February 12, 2013


One night whilst wondering around the Malaysian town of Georgetown, Penang, a local told me that there is a Penang peculiarity to keep an eye out for; red lanterns hanging outside of homes. Now in Penang a red light outside a door does not mean the same thing as you’re probably thinking. In Penang it means that there is a bar there, but for some reason the owner cannot get a license and therefore cannot advertise their watering-hole conventionally. Now supposedly some of the cheapest and most fun little parties were to be found, not in the exorbitantly over-priced tourist bars, but in these more subtle nooks and crannies. Never one to turn from an adventure or the promise of some cheap plonk, myself and 4 Swedish fellas I’d found at the hostel set about tracking one down. It wasn’t long till a tell-tale red lantern was spotted and we were ushered quickly through the door. A local woman scurried meekly about fetching glasses and wiping tables and another Malay man sat at the large central table sharing beer and conspiring with an enormous bald European. Said enormous man stood up and opened his ape-like arms wide in greeting, his wrecking-ball fists splintering open and slapping my Viking friends on the back. “Velcom, velcom,” he roared, his powerful jaw still masticating furiously on some helpless morsel of food like a piece of industrial machinery. “Velcom to my bar! Sit, sit, be comfortable! My name iz Zubin, sit! Woman!” He pointed his grinning slab of a face at me, “go fetch drink for men!” and he jerked his head at the bar.


DSCF5334I have to admit I was a little startled at being addressed in this manner and quickly weighed my options; I could submit to this request and spend the rest of the night being bar-bitch to my companions or stand him down. The latter seemed a better option so I laughed, “that’s not how it works where I come from.”


“This is Zubin’s bar, not where you’re from, here womans get the drinks!” He replied, drawing himself up to his full and sincerely intimidating height. I stared back at him, gave him my most charming smile and answered “I’m not that kind of girl!” Then unceremoniously seated myself in with the Vikings who were watching the scene unfold with amused curiosity.


Zubin stared at me for a few seconds unblinking, then threw his head back and laughed a laugh that could crack church bells. His palm slammed into his shelf of a brow with the force of a colliding juggernaut and he bellowed “No no, you’ve ruined it now! I vas going to marry you but now you’ve lost your chance!” The room resounded with (mildly-relieved sounding) laughter. “My wife is a hog, useless old bitch, you ver going to be my new one!” I assured him I was devastated. He spread his thick fingers over his jerking, perfectly round belly and collapsed into his seat which seemed to shriek with shock. The Malay lady scuttled about pouring beer whilst Zubin extolled the virtues of his bar, which was no bigger than a large living room. “Nex’ time you come to Penang you stay viz Zubin yes?” He demanded, “I’m in Rough Guides you know,” (amazingly he actually was).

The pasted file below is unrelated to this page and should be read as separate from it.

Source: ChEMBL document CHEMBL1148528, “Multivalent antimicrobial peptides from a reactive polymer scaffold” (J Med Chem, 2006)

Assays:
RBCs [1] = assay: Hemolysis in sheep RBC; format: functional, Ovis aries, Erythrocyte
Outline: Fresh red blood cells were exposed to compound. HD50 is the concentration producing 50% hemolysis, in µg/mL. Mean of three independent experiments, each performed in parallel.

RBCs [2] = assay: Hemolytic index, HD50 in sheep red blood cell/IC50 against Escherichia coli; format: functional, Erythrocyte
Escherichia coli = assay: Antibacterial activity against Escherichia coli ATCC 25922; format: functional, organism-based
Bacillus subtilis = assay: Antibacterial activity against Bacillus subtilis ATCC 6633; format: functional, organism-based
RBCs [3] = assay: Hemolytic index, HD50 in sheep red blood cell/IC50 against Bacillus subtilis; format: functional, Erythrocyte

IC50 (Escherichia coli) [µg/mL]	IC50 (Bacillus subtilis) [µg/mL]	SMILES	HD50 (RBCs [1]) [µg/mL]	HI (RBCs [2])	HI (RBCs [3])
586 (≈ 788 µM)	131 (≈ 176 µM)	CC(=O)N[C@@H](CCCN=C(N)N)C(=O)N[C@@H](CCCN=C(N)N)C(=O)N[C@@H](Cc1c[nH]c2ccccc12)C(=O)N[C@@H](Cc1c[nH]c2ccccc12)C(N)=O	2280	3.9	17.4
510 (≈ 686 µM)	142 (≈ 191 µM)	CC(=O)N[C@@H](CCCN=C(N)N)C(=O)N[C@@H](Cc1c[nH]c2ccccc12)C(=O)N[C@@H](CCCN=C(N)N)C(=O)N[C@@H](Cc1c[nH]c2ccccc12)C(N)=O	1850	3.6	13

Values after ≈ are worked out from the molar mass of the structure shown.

It transpired that Zubin was a Yugoslavian ‘businessman’ who’d had to move to Penang since, for undisclosed reasons, he was no longer allowed in Yugoslavia. He’d chosen Penang as his hideaway since many years previously 417088_10151184210048510_849118279_nhe’d married a Malay woman whilst on holiday. His wife, it turned out, was the unfortunate soul serving beers and rolling her eyes good-naturedly every time he told me that I’d missed out on the opportunity to marry him; which he did frequently. She also didn’t seem the slightest bit concerned when he likened her to an old hound or ranted about how ancient and useless she was. I thought perhaps she didn’t speak much English but I struck up conversation with her later and she understood everything. She told me that they had been married for fifteen years, that Zubin was an old scoundrel and that he was paying to put her son through university. She showed me family photos and smiled at Zubin, who was at the time ranting about how he wanted to get out of this ‘shit-hole’ and go back to Yugoslavia where men were men, with unconditional affection. Evidently whatever arrangement they had worked for them. Zubin was adamant that we have the best possible night in his bar, although he tried very hard to good-naturedly provoke me. The combination of high-spirits and a proliferation of frosty beers made for some pretty snappy banter. After one particularly good come-back on my part, the details of which escape me, Zubin leant back in his chair, seemed to fill his entire end of the room and rolled his hairless boulder of a head back sharply. His cavernous mouth wide with laughter, a half-pulverised mash of mixed nuts coating his molars, he bellowed “you know vat, I like you! I think I vill marry you anyvay!” He announced, bringing a closed fist down onto the table top so hard that the bottles danced and clinked. “Any voman can be trained!”


“Zubin, for reasons I really don’t understand, I like you too.” There was just something about the twinkle in the belligerent old bastard’s eye that made it impossible not to, even if I certainly never intended to take him up on his offer of accommodation.


I’ve been searching for a good excuse to share Zubin with the blogosphere for months and stumbling across The Daily Post’s character writing challenge was just too good an opportunity to resist! Check it out here if you’d like to get involved.